As far as spices go, eat whatever you can tolerate. It's not like you're asking your baby to take the cinnamon challenge. Even all of those "hot" molecules can pass into your breast milk, they are not going in there alone. Considering that many curries consist of a blend of spices and milk, your child is essentially consuming his first curries. At least one study has suggested that nursing mothers' diets are a significant contributor to national and cultural cuisines, as children show preference to flavors introduced during pregnancy and nursing.
Before we leave the topic of spicy foods, we should also take a look at one more set of spices: those recommended to women for increasing their lactation.
Breastfeeding women looking to increase their milk supplies are encouraged to ingest a variety of herbs and spices. According to LactMed, a database maintained by National Institutes of Health that keeps up-to-date information on drugs that pass into breast milk, it's unclear whether or not the contents of your spice cabinet will increase milk production. Many strong flavored herbs, among them anise and fennel, are claimed to increase milk production, but there are no strong trials behind those claims.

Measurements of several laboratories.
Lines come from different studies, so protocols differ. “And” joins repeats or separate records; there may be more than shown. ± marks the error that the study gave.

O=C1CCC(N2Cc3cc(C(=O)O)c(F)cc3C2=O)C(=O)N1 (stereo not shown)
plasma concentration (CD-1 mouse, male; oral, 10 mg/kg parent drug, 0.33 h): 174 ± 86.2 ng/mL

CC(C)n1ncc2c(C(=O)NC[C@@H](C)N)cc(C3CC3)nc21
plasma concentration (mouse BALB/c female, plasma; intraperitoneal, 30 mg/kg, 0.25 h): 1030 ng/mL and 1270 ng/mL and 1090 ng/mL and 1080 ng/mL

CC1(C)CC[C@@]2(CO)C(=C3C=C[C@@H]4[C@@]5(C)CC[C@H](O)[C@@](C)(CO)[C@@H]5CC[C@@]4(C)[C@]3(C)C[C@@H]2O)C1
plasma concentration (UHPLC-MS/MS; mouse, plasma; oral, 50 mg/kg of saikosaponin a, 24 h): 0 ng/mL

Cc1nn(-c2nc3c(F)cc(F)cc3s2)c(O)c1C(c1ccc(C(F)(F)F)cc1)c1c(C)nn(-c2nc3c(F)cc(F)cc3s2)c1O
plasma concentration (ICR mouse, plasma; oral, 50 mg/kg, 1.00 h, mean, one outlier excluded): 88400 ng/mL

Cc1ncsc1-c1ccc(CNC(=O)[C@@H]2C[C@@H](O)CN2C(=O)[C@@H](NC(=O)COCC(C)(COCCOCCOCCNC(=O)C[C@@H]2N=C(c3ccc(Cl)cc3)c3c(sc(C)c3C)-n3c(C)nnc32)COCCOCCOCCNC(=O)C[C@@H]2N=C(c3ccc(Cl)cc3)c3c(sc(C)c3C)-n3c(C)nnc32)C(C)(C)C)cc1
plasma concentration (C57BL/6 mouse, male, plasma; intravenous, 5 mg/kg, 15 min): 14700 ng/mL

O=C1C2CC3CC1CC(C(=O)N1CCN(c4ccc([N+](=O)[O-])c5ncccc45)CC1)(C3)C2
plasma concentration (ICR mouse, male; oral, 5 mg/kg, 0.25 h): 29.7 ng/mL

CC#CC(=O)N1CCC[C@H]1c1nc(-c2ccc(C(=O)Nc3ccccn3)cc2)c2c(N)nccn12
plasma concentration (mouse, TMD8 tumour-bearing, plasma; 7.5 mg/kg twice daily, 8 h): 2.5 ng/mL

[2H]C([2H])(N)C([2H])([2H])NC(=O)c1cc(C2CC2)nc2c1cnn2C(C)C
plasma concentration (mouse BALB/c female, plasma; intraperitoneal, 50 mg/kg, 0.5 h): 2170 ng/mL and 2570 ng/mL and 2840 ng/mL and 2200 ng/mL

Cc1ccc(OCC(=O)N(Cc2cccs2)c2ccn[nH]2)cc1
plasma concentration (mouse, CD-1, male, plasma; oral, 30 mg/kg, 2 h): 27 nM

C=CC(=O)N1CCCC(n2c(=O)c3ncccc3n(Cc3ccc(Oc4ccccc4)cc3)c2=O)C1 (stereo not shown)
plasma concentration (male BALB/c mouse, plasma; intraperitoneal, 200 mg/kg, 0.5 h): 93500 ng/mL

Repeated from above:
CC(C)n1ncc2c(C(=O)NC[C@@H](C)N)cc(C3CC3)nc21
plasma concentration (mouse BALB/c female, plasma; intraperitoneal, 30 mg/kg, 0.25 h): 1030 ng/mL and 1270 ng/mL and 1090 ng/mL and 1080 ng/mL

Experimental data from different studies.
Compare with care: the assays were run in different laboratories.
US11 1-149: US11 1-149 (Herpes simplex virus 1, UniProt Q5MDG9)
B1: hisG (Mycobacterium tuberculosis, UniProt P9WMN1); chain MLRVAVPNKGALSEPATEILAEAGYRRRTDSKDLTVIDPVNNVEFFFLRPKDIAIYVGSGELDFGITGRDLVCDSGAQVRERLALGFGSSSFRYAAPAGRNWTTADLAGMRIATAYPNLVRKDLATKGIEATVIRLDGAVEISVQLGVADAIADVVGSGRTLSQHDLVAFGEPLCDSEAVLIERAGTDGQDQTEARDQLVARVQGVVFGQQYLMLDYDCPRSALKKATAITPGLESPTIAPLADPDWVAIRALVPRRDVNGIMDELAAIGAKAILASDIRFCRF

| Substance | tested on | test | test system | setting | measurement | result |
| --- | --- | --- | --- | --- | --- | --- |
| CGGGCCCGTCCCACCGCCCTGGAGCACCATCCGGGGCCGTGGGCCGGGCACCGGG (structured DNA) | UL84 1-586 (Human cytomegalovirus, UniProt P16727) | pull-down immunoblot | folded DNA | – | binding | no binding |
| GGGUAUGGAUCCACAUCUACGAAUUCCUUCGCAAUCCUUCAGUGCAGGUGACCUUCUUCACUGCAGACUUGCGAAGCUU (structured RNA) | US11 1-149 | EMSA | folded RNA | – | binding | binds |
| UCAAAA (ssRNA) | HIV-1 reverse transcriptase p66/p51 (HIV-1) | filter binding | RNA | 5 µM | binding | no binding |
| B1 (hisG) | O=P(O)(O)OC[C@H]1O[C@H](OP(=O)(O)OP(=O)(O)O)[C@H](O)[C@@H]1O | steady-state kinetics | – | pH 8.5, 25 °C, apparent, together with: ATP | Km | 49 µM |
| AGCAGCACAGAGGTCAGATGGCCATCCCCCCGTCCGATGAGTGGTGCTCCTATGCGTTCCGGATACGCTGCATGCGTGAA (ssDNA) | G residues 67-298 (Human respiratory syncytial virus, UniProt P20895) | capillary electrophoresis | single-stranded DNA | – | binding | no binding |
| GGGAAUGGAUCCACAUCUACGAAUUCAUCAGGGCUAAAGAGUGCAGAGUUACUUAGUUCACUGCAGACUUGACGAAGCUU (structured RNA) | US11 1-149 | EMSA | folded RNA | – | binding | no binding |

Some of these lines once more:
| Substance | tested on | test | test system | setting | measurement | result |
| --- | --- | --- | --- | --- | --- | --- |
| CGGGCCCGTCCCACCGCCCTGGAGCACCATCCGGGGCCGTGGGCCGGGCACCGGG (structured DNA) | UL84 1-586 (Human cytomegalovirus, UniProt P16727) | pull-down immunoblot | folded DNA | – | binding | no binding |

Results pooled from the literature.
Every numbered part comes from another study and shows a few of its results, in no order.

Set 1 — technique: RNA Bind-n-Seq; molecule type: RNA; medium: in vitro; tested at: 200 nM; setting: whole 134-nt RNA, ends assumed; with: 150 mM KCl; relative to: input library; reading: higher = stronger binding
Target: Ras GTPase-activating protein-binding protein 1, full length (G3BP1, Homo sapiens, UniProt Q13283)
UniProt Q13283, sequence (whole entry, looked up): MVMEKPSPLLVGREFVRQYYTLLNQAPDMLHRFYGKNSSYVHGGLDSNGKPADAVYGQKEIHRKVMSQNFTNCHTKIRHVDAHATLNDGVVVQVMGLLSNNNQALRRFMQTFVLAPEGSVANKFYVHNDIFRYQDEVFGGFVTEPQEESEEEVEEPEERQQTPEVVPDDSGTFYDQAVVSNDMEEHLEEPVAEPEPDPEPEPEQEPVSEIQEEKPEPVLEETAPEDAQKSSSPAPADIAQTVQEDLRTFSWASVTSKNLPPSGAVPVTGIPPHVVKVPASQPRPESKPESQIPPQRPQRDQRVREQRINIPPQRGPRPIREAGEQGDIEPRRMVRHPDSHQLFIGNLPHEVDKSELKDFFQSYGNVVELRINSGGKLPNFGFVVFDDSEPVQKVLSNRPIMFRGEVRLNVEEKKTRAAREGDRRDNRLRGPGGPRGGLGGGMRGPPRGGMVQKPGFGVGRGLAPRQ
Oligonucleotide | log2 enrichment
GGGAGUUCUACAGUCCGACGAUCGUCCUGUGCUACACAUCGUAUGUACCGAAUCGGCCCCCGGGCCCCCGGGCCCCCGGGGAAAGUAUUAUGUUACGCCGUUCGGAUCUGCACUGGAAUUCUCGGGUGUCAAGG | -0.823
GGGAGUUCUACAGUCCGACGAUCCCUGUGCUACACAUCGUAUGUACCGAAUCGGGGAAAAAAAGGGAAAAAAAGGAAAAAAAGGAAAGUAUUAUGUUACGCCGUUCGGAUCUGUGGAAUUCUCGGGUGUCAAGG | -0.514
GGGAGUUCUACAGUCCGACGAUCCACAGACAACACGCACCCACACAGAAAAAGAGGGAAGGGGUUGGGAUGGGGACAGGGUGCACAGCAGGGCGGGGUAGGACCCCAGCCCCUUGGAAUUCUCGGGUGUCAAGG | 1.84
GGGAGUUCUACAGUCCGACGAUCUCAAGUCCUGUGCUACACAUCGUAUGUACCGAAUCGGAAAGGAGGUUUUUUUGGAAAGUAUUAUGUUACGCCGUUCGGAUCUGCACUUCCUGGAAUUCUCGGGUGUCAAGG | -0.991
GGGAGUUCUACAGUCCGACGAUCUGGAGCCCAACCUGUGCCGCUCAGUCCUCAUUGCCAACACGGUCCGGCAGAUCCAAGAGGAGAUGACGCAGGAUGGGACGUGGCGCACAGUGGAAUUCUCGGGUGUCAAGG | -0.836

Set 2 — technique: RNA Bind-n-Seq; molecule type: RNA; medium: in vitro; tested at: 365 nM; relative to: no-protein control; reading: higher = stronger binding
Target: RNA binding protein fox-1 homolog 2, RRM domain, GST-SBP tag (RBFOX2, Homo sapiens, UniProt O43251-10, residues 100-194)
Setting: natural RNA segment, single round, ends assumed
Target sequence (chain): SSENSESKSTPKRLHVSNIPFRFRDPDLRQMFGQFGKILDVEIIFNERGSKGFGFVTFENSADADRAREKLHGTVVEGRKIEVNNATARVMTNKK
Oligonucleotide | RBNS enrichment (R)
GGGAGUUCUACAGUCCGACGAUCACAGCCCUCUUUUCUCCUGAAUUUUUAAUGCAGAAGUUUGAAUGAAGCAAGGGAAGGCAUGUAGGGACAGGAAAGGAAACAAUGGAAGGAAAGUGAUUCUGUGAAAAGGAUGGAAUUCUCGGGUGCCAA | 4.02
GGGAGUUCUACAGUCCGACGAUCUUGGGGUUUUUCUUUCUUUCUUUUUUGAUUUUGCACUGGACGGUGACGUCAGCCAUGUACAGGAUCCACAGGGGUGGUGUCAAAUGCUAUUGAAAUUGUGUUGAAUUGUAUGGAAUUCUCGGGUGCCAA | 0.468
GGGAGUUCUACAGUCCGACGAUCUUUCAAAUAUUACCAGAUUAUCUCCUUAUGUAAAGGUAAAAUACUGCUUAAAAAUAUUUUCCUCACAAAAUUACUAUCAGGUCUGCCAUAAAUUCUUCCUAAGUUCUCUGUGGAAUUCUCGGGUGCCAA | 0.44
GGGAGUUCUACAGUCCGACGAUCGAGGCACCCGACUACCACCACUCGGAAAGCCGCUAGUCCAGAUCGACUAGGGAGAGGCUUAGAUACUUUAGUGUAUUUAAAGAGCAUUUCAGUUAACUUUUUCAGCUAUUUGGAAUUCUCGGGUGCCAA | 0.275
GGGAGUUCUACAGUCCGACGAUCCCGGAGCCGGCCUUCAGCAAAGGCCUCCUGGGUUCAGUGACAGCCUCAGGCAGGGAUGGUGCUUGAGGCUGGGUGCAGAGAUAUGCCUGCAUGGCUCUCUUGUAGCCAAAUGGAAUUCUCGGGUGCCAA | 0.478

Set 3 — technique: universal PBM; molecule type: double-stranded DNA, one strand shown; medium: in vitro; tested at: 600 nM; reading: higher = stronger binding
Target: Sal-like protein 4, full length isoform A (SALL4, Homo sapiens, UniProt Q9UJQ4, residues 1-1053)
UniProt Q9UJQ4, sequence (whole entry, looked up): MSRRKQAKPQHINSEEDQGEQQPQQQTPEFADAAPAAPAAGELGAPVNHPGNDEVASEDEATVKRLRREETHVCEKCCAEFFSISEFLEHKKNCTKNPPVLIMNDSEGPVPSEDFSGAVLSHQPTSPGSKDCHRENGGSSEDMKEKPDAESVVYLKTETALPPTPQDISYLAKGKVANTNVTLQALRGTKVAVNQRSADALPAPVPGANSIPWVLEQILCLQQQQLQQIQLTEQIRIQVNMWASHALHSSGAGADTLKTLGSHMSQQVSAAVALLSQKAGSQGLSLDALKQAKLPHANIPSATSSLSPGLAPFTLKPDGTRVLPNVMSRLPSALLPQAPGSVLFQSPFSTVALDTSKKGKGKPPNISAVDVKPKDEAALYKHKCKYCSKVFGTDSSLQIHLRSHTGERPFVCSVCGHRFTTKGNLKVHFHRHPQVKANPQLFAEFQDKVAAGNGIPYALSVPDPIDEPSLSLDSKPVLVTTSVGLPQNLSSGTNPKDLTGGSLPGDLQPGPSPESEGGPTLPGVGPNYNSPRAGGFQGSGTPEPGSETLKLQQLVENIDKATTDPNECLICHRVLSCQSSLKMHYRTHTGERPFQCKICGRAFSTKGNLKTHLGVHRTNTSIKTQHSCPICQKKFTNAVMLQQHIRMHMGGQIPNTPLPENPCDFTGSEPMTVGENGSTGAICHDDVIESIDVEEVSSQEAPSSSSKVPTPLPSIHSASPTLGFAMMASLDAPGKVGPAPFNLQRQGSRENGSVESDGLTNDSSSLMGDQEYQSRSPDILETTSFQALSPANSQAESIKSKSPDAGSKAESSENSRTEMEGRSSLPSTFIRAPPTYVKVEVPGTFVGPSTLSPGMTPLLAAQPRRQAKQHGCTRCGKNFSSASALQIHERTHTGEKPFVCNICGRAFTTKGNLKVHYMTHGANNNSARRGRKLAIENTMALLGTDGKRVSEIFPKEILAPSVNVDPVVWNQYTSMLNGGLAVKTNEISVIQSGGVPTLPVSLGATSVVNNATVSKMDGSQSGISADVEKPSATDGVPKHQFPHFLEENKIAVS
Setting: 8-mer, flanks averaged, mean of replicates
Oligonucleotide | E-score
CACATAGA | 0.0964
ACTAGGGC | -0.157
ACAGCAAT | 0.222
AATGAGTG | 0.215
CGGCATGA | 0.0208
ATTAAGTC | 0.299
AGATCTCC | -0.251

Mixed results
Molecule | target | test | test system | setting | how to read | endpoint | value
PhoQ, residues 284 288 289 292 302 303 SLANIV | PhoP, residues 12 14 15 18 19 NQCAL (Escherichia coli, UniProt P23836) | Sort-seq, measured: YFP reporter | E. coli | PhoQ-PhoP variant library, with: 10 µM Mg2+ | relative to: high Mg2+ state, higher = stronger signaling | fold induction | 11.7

These spices can, however, change the flavor of breast milk, and, given what we know about babies who nurse longer after being introduced to a new flavor like garlic or vanilla, it's reasonable to guess that babies nurse longer when exposed to strong-smelling herbs. Perhaps this is why fenugreek has long been claimed as an herbal remedy for increasing milk production. It may not stimulate milk production on its own, but your baby may be interested in the maple syrup aroma it adds to your milk.
Should nursing mothers avoid potential allergens?
Given the basic logic of human digestion, we understand that if you eat a peanut, your baby isn't eating that peanut through breastmilk. But your baby may be eating one of the distinct proteins found in peanuts.